Monday, May 5, 2008

In which Brian and Alli adventure to plum market for shrimp.

So, I promised Brian that I would blog about the shrimp we made for dinner the other night. Thing is, they looked nice, and the glaze was delicious- but I was just not happy with them. I have three theories as to why:

1. A classic case of Alli-is-trying-to prepgrillwatchmarinade skewershrimpdirectbriannotforgetanything. Meaning, I love the whole organized chaos in the kitchen thing. Per
haps I took my pot-slamming and spoon twirling too far, and lost the organized bit all together.

2. I (am nearly positive) over-grilled the shrimp. I have the tiniest grill in the world, and didn't adequately spread my coals before starting-- so i had to keep flipping them and offsetting them to get the shrimps on the ends of the skwers. And i just wouldn't believe they were done. And so they were very... rubbery.

3. Poor quality shrimp.
Which leads nicely in to the second topic of this post....

Their logo is simple and beautiful. The store is simple and beautiful. Craigslist would have you know their employees are beautiful(and, perhaps, simple). The billboard I passed everyday on my way home from school was simple and beautiful. So perhaps you can understand my expectations for this place-- simple, fresh, real.

Some background: Plum is the brain child of Matt and Mark Jonna. Their daddy Edward started/ran/owned Merchant of Vino, which I have many fond childhood memories of. Merchant of Vino was bought out by Whole Foods about 8 years ago. Anyhow, as I understand it (comment corrections if I've got my facts wrong) the Jonna boys worked for the big WF during this time period, and, in addition, signed a 5-year non-competition contract: ie, we won't open a new store for five years.
Five years later, out pops Plum, the boys very own store with out daddy.

So: simple, clean, beautiful and a second generation Merchant. What more could a girl want?
Sadly, I was particularly disappointed.

Here lie my beefs:

1. With only two locations, I expected everything within to be local, local, local. I wanted chips from the ann arbor tortilla factory, spices from Detroit spice Co., and pictures of Michigan farmers hanging over the produce. I wanted the name the cow and the farm it came from. Are these expectations may seem a bit over the top. However, I think that what I have described above is the only niche really missing in the ann arbor food market: you can get that local quality and attention in lots of places around town-- but thats just the point. If you want all these things, you have to drive to at least 3 or 4 different places. I'm pretty sure the only cranny left to wiggle in to (at least, successfully) around here is local, fresh and high end all under one roof. The only local I saw at plum was Zingermans. I'm sure someone out there would tell me "but it is there. They really do have these xx local products". And I'm sure thats true. However, if you're going to tell the Ann Arbor News that your focus is "natural, organic and local food" by damn, you had better hit me over the head with it. Sadly, my head made it out of there scott-free. Even whole Foods, a huge chain, can tell me, plainly posted above them, that my beets came from western Michigan. And I like that. Which leads nicely to point number two...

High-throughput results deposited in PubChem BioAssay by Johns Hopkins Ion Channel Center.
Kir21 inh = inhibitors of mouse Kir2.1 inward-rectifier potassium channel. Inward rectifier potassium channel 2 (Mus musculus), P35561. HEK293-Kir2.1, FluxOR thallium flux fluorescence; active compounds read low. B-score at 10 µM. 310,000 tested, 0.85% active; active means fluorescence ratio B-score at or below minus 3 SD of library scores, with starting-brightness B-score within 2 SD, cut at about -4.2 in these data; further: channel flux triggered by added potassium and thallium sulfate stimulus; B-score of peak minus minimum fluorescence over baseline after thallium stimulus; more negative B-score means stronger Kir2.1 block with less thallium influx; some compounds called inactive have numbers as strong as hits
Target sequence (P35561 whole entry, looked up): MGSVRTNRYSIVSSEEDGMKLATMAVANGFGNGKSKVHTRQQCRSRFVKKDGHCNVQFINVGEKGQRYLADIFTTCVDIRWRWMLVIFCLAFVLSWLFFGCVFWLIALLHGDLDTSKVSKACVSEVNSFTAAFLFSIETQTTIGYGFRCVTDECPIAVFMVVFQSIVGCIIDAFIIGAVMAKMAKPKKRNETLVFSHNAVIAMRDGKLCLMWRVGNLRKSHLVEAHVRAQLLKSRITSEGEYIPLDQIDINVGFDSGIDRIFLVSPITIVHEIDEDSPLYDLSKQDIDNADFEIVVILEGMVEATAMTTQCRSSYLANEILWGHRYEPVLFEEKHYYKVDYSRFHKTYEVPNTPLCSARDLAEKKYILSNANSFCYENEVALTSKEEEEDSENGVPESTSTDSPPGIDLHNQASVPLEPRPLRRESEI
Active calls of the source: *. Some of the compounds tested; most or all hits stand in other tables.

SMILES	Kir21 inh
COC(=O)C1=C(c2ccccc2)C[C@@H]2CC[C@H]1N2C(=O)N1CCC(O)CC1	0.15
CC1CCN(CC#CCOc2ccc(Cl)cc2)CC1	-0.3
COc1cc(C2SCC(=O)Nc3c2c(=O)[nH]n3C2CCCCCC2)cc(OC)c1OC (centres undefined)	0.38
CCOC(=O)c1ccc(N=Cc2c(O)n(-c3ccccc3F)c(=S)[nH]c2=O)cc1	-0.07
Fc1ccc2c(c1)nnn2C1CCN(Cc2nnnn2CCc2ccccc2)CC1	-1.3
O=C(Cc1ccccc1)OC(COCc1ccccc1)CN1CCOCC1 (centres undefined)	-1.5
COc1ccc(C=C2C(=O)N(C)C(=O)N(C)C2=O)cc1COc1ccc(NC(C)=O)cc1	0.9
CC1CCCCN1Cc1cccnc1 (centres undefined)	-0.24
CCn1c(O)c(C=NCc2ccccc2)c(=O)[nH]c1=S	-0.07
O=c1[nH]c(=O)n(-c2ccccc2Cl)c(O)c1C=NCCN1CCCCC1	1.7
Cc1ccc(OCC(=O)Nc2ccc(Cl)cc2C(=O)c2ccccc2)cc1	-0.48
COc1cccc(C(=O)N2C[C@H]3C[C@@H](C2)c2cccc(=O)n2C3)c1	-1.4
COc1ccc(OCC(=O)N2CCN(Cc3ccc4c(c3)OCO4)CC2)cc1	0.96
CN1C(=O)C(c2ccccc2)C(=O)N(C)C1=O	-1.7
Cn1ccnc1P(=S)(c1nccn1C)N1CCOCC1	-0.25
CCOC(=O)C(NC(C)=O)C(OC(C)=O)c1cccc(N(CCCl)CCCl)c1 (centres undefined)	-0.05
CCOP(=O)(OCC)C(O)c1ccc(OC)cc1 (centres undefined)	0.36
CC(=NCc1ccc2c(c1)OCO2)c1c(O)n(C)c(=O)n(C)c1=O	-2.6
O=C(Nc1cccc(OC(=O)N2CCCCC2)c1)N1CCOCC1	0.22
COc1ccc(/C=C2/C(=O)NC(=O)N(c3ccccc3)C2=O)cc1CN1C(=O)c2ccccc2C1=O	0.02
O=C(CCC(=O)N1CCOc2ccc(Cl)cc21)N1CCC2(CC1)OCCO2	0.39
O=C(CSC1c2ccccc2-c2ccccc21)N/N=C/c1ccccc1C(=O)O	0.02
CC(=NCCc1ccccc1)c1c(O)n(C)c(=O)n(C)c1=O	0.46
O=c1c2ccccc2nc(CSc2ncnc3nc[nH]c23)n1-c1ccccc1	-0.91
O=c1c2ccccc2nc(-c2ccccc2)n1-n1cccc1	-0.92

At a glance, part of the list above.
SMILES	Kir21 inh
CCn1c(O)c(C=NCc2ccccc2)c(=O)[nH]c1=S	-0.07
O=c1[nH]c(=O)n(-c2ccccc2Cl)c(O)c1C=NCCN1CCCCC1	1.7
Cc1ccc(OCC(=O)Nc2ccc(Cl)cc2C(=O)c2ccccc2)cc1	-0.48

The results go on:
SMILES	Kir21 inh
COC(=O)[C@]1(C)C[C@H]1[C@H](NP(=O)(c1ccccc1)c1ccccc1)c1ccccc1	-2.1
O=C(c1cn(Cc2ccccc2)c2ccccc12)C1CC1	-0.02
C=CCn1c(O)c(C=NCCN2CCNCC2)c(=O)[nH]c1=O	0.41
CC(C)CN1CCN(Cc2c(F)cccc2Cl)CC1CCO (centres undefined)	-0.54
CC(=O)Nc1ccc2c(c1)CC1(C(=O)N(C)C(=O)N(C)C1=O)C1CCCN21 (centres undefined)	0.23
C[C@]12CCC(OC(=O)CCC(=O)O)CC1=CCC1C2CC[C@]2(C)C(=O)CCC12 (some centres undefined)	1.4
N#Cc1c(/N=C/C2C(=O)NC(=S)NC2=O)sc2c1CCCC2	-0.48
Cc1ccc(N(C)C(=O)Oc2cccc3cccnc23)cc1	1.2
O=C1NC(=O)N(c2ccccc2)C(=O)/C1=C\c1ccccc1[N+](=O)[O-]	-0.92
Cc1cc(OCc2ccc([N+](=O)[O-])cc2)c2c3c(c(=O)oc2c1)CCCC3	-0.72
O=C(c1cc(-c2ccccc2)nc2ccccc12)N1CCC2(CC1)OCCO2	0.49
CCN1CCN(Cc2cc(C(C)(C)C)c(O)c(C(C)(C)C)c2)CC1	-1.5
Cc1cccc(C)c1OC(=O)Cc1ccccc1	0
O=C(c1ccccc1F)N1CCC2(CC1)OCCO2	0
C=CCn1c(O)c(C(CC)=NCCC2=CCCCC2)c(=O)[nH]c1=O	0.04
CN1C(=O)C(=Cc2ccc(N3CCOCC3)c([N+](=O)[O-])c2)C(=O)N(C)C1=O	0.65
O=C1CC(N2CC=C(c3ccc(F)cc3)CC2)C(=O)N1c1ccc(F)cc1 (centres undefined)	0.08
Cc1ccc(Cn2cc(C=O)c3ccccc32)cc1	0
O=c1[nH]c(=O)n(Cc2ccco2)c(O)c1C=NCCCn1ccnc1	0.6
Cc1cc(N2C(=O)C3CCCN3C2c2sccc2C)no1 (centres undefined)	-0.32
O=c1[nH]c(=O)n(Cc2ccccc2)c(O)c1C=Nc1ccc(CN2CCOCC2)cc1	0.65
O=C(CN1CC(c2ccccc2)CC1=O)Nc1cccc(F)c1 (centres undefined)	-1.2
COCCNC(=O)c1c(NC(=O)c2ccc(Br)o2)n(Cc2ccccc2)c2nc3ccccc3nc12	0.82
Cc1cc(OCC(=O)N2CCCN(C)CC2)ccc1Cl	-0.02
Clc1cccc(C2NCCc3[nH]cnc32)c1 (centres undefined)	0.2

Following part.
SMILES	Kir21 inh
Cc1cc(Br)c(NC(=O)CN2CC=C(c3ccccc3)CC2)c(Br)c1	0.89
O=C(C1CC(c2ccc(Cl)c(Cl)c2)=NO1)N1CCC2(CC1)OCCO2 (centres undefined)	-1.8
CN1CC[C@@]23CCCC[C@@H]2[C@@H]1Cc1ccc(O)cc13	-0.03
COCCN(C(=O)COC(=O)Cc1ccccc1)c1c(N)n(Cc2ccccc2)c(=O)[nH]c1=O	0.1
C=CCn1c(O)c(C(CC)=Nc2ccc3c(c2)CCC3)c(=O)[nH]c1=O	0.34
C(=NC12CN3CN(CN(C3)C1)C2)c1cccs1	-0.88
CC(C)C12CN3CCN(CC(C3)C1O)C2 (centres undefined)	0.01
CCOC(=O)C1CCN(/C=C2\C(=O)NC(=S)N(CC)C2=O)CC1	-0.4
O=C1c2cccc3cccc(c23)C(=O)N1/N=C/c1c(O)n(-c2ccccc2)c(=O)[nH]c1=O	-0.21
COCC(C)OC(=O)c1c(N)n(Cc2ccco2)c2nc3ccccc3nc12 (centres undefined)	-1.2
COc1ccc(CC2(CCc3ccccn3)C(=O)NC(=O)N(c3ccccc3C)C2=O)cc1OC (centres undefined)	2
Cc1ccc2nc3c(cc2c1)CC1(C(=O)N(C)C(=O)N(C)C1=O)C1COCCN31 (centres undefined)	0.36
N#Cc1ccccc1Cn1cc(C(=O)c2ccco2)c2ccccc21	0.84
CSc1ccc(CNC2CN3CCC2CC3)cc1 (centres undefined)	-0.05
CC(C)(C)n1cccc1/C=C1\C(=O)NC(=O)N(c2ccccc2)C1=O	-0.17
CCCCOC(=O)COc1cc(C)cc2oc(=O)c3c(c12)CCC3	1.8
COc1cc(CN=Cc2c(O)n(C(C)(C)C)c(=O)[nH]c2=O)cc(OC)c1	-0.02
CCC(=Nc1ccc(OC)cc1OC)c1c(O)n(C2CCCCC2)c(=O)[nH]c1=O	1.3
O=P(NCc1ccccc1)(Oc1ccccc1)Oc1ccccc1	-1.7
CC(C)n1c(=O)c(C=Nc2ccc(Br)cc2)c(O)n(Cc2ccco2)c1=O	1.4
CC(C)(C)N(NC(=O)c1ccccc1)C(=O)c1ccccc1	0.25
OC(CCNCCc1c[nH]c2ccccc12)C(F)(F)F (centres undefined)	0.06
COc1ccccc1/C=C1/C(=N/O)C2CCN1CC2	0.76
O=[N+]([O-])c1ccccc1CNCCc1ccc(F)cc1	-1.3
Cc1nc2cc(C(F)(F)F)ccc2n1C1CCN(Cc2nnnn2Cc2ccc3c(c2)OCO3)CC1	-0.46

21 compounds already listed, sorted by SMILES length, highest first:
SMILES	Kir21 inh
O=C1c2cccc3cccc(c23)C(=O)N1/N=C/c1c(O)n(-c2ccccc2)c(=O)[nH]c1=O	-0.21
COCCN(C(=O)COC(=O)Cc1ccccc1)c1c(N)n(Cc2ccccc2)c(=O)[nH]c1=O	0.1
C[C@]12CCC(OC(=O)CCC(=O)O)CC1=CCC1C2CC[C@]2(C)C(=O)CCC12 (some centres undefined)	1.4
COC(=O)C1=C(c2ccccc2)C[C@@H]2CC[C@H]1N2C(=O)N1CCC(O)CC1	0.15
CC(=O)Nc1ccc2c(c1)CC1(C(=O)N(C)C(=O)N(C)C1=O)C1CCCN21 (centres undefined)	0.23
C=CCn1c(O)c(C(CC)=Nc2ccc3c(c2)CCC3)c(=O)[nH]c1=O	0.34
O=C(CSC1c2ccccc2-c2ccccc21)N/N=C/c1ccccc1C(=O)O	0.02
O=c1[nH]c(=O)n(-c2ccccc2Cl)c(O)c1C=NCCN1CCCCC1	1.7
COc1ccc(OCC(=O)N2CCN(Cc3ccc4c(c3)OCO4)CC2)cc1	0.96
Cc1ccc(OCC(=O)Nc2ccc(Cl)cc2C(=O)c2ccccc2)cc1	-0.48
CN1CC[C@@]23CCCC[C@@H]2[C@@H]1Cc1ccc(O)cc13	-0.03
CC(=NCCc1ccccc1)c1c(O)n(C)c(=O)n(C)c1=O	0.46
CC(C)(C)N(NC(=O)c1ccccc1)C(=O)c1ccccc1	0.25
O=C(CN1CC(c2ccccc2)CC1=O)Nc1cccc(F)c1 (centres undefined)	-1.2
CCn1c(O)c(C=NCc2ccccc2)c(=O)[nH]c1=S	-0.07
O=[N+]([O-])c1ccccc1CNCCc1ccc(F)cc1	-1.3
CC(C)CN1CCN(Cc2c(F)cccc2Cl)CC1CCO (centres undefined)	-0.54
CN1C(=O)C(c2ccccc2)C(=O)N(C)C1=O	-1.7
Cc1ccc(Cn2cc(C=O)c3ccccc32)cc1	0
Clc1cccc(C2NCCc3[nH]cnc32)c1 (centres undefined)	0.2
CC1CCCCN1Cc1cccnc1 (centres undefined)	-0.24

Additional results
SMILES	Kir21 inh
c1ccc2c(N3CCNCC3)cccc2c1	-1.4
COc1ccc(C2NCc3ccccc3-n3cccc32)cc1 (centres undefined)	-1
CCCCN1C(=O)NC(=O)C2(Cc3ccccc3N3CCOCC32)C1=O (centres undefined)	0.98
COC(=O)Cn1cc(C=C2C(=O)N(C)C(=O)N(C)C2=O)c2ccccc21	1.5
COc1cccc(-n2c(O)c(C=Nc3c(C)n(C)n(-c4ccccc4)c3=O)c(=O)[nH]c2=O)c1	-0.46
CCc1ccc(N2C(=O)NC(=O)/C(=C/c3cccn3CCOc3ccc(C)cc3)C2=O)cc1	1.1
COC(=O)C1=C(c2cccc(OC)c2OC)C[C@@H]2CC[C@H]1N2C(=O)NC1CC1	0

2. Roulette grocery.
Meaning, as I walked through the store, I was struck by this overwhelming feeling of inconsistency and incoherence. I had no idea as to how these foods ended up on the shelf together. I'm not talking about placement on the shelf, but rather the overall contents of the store: why carry Pepperidge farms cookies (which are not natural, organic or local) but not Keebler crackers? It gave off the impression that the contents had been squares on a roulette wheel, and chosen by luck, not by any particular overarching vision. And, indeed this just may be the problem: the about our store page states their vision as"Mixing the very best in natural, organic, specialty and local products".... So...They want to be whole foods, trader joes and kerrytown under one roof? I think its just too broad. Not to mention that the store is far too small.

3. Which leads me to the conclusion that the Jonna brothers are only theoretical grocery jedi's. I feel like they've read every how-to book but never talked to Yoda. They just don't get what people want out the the sort of grocery store they set out to create: intellect. The stuff between the lines, behind the scenes. They can pay someone to decorate the place well. They realized in their stint with whole foods that people will pay a silly amount for food products. What they didn't get was what those food products have in common: integrity-- of growing practices, of ingredients, of production. THAT is what people are willing to pay for.

so... I wouldn't be shocked if the shrimp I bought weren't exactly the best.

Anyhow, the moment you've all been waiting for:

Citrus-rum Shrimp Glaze

¼ cup honey
½ tsp lime peel, set aside
3 tbsp lime juice
3 tbsp dark rum
½ tsp orange peel set aside
1 tbsp orange juice
1 ½ tsp cornstarch
1 tsp grated fresh ginger
1 tbsp snipped fresh cilantro
20 fresh extra jumbo shrimps peeled in cleaned
1/4tsp salt and pepper each

for the glaze: in a small sauce pan, combine honey, juice, cornstarch rum and ginger. Cook and stir over medium heat until think and bubbly. cook 2 minutes longer. Cool to room temp. Stir in peels and cilantro.

step two: rinse shrimp. pat dry. skewer shrimp, leaving a ¼ inch between shrimp reserve half glaze. Brush shrimps w. other half.

step three: grill over medium. uncovered 2-3 minutes. Brush shrimp w. reserved glaze before serving.

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